A nasogastric tube is a flexible rubber or plastic tube that is inserted through the nose and down the esophagus into the stomach. It can be used to remove contents from the stomach or to administer nutrition or medications in a patient who cannot take food or drink by mouth. After a nasogastric tube, or NGT, is inserted, a doctor or nurse must confirm that the tube is in the stomach and not in a patient’s lung. To check for placement, a healthcare provider may attach a syringe to the end of the NGT and aspirate or pull back stomach juices to confirm that the tube is in the stomach. A more reliable method of checking tube placement is by obtaining an x-ray to actually visualize the end of the tube in the stomach.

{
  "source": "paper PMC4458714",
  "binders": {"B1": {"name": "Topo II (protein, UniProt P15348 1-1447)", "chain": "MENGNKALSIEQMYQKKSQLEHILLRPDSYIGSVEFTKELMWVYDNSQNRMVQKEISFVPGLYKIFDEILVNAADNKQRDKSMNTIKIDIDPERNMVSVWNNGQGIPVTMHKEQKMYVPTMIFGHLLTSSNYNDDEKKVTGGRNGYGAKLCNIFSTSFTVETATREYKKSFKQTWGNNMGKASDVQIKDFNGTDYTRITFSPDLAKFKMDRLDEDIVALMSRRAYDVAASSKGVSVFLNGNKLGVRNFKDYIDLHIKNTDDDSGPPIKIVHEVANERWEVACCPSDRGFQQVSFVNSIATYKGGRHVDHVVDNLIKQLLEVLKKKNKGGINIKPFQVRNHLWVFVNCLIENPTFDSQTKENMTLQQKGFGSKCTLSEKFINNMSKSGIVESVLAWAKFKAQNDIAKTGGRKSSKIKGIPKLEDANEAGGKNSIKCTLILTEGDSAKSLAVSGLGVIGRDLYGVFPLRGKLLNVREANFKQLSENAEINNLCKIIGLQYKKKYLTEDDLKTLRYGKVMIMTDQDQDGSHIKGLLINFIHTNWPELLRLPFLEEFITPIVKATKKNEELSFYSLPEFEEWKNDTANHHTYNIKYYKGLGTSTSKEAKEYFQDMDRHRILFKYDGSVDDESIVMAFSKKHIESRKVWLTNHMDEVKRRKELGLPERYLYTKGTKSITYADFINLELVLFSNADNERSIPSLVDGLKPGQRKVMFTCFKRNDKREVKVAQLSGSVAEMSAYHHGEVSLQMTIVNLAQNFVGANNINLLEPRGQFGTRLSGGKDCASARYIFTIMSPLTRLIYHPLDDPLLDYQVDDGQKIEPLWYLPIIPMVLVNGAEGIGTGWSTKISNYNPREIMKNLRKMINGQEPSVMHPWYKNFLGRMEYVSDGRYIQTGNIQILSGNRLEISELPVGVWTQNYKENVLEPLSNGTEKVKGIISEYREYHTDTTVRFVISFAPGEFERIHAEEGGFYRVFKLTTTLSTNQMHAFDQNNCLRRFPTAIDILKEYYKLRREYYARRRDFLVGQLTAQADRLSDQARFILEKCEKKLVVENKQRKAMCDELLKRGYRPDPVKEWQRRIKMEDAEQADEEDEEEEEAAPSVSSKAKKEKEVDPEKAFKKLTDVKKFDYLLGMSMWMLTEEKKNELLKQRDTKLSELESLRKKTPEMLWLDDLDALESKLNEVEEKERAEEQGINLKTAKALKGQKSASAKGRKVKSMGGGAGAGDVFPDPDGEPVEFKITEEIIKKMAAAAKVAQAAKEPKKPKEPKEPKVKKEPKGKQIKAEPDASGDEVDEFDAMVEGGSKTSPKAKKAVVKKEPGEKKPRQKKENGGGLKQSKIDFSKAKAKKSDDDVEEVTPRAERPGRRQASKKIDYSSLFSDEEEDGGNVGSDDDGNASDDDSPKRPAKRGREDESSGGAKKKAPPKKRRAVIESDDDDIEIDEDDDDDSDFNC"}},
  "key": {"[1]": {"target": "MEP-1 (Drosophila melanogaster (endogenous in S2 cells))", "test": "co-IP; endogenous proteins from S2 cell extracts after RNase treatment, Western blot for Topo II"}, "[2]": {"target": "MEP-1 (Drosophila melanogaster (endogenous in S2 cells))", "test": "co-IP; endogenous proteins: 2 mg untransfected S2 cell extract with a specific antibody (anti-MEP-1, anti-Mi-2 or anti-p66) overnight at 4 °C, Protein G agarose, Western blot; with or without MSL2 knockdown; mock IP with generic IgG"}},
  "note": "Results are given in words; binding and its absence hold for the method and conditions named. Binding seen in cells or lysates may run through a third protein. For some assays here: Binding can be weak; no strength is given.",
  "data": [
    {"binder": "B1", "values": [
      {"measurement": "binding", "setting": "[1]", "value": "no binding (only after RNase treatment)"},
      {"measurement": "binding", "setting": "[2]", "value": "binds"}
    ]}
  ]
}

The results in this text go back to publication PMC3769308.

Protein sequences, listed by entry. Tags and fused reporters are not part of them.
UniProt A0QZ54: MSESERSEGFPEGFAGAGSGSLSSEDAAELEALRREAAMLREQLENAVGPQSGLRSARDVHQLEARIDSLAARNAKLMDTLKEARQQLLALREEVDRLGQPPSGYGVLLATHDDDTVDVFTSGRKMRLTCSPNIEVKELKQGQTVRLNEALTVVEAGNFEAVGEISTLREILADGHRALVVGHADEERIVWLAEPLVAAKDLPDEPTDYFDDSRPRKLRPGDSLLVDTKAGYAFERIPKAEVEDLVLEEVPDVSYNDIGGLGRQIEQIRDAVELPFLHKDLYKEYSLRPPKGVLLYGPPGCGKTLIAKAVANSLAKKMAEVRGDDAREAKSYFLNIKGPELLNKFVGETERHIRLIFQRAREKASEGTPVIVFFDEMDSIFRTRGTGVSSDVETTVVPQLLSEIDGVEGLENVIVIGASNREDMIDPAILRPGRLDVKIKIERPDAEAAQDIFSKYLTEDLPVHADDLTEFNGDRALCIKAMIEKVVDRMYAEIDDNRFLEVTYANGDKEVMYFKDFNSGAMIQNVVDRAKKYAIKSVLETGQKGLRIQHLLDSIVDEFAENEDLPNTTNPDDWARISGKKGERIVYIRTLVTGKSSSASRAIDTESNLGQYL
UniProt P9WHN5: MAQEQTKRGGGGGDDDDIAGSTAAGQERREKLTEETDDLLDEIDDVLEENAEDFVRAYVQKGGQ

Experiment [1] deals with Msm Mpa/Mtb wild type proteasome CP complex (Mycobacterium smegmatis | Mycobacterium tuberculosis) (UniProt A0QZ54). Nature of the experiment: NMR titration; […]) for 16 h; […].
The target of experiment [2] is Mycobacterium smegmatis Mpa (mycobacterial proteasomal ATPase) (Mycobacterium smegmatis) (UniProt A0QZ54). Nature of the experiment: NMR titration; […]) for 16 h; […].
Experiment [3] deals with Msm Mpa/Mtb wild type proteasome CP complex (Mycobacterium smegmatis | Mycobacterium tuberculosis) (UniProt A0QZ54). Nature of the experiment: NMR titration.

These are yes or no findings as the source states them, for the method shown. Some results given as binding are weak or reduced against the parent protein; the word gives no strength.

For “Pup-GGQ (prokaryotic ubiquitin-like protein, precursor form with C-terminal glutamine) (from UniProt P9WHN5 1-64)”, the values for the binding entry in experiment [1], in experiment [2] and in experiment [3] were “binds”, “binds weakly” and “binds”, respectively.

If correct placement of the tube is not confirmed, or if the end of the tube is in the lung, fluid or medication administered through the NGT will go into the lung. Tube feedings or medications in the lung can lead to severe respiratory distress, pneumonia or a lack of oxygen to the brain and other organs.  If the tubing mistake is not promptly diagnosed it could lead to death.
 If you or someone close to you suffered permanent brain damage or death due to a misplaced feeding tube you may want to contact an experienced medical malpractice lawyer or tubing error injury law firm for additional information and a free consultation.